From the doorframe could look into the living room. Hanging from the side of the couch were two feet. Two gorgeous feet. When the feet rubbed together and their owner shifted on the couch Michael shot back into the room.

Fighting the urge to crawl back into bed, his curiosity took over and he had to see who was sleeping on the couch. But the only way to enter the room was in the form of someone who knew the score and was unconcerned that there was a guy who spent the night in his living room. But there was a guy in his living room! Even if he couldn’t remember doing anything last night yet, that guy, whoever he was, made him forget the aching.

He stood up. He grabbed the dresser for support. After practicing walking and holding his head as if he had a violent headache (which was true anyway, but it was the acting that counted), Michael walked into the living room. He walked slowly, enough to get a good look at the guy, but fast enough to not appear to be nosy.

Just as he got in position to get a good look, Isaac opened his eyes and smiled. “Good morning.”

“Hi,” Michael said. He continued his path to the sink. As he filled up a glass with water he briefly noted that the sink was empty and that conflicted with his last memory of standing there.

Isaac stretched and sat up in the couch to face towards the kitchen. “How are you feeling?” he asked.

“It feels like my body could collapse and form a black hole. So…why are you here? Did you bring me home?” Michael said.

“Yeah,” Isaac said. “Your friends had left and the party was dying out and you could barely walk. So I took you home.”

“That wasn’t necessary,” said Michael.

“Yes it was. You could barely walk. How you danced I’ll never know.”

“What?” Michael says. “Hey I’ve stumbled home many times before. I’m an expert at drunken navigation. Don’t be so chivalric. You don’t have to be nice to me out of pity or whatever you’re trying to do. The only one who can pity me is the only one who can insult me, and you’re looking at him.”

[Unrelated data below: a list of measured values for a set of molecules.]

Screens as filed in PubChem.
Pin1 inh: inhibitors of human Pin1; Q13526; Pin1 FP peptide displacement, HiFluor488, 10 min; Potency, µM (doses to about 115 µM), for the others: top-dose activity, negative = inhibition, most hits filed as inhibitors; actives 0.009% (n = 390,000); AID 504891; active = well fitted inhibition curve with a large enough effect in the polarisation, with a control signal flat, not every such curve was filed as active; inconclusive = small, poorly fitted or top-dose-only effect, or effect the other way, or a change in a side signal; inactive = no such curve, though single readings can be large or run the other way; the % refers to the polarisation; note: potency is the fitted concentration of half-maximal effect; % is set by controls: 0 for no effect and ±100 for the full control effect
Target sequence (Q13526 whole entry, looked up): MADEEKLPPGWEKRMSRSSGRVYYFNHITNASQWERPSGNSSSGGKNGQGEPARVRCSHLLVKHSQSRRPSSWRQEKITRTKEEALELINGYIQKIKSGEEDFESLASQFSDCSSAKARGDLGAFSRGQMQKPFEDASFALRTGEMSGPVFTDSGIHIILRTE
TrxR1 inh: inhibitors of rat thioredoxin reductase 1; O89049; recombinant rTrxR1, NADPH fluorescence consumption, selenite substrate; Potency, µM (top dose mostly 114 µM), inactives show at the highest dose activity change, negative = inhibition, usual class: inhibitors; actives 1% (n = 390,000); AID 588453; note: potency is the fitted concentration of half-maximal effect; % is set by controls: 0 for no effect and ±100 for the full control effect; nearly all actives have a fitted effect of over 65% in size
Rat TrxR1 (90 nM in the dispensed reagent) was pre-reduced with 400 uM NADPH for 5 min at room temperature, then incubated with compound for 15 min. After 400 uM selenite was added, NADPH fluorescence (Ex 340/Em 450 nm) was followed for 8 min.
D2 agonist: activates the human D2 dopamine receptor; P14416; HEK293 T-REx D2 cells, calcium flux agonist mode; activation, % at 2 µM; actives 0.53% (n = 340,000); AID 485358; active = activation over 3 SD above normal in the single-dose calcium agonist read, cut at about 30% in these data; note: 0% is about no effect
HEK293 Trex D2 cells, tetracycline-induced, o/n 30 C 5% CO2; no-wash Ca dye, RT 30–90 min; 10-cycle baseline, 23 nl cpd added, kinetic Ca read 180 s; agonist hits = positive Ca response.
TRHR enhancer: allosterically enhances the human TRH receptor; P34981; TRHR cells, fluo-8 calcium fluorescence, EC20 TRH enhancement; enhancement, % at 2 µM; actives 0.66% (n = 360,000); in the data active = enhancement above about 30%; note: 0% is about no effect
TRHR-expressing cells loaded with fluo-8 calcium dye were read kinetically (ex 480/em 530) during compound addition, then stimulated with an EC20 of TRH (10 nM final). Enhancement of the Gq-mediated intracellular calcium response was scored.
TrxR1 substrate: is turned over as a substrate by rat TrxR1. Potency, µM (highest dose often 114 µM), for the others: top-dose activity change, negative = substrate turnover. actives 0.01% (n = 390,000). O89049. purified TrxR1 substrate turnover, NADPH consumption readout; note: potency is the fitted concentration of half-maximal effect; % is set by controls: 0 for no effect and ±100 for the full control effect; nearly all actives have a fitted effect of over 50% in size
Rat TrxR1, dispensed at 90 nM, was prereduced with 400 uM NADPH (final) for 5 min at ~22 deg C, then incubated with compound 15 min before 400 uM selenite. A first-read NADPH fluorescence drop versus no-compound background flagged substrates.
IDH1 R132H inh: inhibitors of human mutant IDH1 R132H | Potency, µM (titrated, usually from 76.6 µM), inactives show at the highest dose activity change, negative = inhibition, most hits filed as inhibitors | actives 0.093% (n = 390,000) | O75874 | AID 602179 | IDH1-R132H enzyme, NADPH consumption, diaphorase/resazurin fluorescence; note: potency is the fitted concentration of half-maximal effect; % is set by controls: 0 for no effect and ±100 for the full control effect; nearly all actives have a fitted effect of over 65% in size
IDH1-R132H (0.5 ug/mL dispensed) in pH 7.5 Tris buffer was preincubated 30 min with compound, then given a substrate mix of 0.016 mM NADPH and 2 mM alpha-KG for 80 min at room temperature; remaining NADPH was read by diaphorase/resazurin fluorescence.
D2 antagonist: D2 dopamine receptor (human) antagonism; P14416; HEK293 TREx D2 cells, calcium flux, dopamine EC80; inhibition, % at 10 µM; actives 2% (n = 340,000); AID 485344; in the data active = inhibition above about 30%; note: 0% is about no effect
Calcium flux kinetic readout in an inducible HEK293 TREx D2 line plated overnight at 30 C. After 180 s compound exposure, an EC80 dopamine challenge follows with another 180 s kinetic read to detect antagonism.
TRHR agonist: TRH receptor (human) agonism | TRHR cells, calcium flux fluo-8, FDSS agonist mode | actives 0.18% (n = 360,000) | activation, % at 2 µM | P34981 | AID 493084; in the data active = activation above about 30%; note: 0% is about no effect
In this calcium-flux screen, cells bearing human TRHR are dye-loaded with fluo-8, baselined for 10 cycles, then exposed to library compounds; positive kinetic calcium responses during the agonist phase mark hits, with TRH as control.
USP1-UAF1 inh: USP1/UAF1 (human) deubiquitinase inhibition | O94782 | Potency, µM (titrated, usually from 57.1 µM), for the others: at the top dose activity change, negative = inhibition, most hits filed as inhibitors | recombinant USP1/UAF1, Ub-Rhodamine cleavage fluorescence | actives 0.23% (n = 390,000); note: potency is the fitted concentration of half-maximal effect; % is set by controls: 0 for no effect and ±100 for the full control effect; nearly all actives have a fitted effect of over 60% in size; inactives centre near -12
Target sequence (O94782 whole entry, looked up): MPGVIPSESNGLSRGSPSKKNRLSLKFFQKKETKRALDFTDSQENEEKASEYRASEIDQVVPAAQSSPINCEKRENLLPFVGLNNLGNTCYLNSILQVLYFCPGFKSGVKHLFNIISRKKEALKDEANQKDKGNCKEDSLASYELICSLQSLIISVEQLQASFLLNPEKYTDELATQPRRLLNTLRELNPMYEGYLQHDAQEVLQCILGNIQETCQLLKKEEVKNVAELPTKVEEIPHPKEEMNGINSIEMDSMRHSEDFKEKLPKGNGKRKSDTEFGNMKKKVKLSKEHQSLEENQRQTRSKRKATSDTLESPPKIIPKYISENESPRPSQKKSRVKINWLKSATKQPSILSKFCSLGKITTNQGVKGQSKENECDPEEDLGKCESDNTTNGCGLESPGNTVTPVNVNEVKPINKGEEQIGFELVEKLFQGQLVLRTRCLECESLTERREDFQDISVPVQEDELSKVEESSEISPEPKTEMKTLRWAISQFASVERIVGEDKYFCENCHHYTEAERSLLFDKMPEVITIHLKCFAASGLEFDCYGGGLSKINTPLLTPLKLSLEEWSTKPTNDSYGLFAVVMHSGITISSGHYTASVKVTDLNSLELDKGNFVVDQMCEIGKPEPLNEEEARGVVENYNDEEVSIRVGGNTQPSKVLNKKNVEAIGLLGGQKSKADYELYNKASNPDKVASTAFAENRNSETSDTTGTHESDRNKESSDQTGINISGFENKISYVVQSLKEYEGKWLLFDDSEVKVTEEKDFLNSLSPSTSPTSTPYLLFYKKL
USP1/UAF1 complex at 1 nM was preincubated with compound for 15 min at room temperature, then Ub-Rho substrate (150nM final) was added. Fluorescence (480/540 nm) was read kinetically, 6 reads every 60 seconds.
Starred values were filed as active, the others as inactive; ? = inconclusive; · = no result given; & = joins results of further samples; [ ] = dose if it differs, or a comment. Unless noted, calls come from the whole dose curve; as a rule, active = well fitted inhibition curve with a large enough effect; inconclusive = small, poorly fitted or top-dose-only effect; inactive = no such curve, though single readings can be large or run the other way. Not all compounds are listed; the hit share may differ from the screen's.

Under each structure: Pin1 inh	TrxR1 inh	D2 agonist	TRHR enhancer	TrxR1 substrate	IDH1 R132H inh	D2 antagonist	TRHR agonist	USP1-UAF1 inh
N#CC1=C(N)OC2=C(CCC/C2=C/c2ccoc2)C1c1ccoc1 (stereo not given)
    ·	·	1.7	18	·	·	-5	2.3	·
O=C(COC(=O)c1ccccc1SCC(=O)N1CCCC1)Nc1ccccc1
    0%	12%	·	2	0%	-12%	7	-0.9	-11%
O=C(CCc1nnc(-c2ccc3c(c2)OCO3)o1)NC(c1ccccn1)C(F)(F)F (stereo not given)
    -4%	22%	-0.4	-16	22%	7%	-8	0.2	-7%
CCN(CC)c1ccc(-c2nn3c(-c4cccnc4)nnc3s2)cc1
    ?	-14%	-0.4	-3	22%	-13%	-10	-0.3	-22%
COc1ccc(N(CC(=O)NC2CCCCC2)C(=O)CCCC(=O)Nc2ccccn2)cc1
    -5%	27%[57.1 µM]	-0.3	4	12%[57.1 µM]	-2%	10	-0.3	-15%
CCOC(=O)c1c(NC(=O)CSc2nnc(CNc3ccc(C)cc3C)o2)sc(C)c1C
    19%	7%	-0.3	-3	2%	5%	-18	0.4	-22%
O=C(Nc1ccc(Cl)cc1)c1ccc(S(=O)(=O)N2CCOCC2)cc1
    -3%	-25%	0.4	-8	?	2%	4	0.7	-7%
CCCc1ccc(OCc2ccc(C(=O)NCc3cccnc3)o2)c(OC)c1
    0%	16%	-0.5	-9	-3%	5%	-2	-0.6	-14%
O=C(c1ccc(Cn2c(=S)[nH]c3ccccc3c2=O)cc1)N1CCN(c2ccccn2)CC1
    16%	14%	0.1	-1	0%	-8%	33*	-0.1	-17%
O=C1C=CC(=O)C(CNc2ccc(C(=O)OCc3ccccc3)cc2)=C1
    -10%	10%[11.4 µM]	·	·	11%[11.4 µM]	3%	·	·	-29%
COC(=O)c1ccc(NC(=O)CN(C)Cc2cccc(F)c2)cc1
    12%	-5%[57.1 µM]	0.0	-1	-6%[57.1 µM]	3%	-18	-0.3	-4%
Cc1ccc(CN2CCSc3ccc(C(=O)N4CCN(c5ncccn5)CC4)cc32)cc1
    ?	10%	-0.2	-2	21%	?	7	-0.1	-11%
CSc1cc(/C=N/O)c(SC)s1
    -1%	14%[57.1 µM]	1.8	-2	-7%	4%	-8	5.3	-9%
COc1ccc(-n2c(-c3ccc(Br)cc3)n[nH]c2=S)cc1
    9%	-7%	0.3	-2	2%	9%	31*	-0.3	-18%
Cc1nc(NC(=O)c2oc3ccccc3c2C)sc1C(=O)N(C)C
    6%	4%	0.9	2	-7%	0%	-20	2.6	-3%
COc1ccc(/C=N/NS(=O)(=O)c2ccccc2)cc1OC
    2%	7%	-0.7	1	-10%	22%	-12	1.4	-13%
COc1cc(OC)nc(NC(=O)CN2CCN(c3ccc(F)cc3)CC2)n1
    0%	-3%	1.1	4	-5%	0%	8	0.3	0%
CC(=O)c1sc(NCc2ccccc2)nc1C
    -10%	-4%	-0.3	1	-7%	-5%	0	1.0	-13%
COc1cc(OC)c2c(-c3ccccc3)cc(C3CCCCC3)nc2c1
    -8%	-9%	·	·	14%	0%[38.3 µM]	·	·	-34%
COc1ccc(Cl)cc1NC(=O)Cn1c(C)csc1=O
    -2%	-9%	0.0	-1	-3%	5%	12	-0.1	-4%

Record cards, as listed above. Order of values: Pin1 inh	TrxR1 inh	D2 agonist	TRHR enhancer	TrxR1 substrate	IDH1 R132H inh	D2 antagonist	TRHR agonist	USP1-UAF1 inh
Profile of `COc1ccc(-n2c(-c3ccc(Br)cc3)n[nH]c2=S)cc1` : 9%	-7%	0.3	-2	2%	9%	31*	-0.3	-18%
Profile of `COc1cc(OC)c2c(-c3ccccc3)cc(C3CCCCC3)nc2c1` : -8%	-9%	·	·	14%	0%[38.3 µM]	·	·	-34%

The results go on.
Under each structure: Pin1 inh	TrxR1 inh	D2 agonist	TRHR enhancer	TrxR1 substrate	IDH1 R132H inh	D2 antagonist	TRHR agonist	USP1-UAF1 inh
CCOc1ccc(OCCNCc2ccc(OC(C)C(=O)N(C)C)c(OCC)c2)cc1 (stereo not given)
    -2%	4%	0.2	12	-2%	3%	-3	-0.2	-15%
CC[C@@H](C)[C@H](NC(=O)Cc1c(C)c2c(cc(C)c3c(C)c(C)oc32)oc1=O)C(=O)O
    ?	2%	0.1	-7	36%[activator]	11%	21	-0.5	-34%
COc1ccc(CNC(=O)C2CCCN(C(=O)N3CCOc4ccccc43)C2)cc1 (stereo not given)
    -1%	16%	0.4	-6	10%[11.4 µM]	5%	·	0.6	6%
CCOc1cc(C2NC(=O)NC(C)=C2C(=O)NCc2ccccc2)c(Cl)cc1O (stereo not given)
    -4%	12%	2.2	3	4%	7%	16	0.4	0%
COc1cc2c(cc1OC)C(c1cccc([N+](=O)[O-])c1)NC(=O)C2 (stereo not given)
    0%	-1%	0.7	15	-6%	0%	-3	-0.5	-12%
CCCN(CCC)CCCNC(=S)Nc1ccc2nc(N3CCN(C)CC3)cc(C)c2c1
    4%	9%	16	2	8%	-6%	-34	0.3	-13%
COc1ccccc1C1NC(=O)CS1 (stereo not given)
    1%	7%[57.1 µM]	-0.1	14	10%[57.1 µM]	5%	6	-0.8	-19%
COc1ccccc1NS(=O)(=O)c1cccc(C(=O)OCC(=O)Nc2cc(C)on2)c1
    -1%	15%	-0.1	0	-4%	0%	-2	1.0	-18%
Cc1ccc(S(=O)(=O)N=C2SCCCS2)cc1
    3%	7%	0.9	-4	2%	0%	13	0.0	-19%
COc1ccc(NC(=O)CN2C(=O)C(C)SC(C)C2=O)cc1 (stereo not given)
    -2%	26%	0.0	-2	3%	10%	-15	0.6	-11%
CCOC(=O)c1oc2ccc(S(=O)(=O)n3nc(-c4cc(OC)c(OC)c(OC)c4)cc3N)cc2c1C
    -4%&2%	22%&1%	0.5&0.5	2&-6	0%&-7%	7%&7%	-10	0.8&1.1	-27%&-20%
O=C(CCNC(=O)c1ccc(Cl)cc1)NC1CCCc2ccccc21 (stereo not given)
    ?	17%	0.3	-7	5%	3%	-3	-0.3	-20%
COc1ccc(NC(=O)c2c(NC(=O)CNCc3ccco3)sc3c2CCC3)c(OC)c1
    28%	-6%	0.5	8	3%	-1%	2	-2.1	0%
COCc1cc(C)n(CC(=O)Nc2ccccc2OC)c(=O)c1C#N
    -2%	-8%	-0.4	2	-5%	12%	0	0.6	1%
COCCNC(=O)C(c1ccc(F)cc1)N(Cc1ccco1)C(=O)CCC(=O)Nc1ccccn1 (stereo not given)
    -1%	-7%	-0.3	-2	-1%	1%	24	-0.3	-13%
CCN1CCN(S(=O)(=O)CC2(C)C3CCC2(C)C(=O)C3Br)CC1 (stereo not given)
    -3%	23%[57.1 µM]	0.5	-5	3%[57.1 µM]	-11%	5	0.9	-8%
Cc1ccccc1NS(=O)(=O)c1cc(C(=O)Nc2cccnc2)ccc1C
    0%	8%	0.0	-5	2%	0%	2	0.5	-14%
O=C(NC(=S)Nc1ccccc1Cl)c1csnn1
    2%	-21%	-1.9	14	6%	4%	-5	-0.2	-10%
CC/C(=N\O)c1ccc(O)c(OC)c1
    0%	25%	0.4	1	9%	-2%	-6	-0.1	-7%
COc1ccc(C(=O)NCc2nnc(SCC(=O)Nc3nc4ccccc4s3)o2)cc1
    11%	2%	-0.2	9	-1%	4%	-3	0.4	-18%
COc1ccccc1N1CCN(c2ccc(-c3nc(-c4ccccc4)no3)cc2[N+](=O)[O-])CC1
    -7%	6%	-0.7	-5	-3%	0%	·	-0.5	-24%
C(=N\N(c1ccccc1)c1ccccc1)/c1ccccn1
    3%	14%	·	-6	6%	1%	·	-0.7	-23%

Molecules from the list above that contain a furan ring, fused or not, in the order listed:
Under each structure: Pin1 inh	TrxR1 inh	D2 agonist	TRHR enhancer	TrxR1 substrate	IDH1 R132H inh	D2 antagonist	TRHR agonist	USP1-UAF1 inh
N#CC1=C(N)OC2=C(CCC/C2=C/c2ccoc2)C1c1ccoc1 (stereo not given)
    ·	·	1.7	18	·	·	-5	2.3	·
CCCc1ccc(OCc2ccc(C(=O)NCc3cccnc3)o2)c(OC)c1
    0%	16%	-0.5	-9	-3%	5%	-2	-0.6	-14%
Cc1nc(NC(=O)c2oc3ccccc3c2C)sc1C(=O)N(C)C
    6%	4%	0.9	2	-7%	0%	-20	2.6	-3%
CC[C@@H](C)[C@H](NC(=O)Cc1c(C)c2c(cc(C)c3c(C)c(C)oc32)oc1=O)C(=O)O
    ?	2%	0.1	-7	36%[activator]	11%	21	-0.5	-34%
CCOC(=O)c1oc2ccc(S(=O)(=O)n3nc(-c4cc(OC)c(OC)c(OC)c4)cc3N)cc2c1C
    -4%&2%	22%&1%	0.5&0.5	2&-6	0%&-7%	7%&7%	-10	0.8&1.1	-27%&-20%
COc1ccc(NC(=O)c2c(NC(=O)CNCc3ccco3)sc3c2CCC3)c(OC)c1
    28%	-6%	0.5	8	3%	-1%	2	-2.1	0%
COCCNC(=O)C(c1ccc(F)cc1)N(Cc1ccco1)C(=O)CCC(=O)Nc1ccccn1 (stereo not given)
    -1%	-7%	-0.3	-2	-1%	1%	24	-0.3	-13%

“I’m not. And pity? If I’m nice to you it’s because I want to be nice, not because-”

“Because what? I stopped taking bullshit from guys like you years ago-”

“This isn’t bullshit-”

“Yes it is. I wish guys would stop being nice just so they can feel good about helping me out. It’s the fake hope that I can’t stand.”

“Hey you’re hungover, I’m hungover, our nerves are a little raw right now. How about we go back to sleep and we’ll talk this over brunch…or lunch…or dinner…my head hurts,” Isaac said.

“This has nothing to do with my hangover! Stop acting with me, Isaac. It’s unflattering.”

“I think it’s time for me to go.” Isaac grabbed his watch and phone and walked to the door, followed closely by Michael.

Michael opened the door. “I’ll see you,” Isaac said. “Bye,” said Michael. He closed the door. Locked the door. Leaned against the door and sat down. He realized what he had just let get away, but his mind had no concrete thoughts that he could verbalize. He thought about Isaac and how he was never mean or deceitful and that’s when he almost cried. But Michael didn’t cry.

He got dressed and left to go meet his friends at the diner for lunch. Slowly, the events of the night before came back to him. On the walk there he felt the presence of everyone else and their happy lives and he cried. He ran back to the apartment and texted his friends that he couldn’t make it to lunch. They’ll all think I got lucky, he thought, but he didn’t care. 


A few months later, Michael was walking down a street and he thought he saw Isaac on the other side. He stepped into an alley for a better view. Isaac was having lunch with another guy at a restaurant’s patio. Michael wanted to say hi, to try and regain a little bit of decency after how they parted.

He crossed the street and walked towards the restaurant. He could see Isaac’s face, and he remembered why the sink was clean: Michael had thrown up in the sink when he got home that night. Isaac must have cleaned up after him. Michael turned around and walked away, almost.

Isaac saw Michael just as he turned around. Isaac stopped mid-drink.

“What’s the matter?” his boyfriend asked.

“I just saw a guy who got away.” Isaac said and immediately regretted letting Michael go.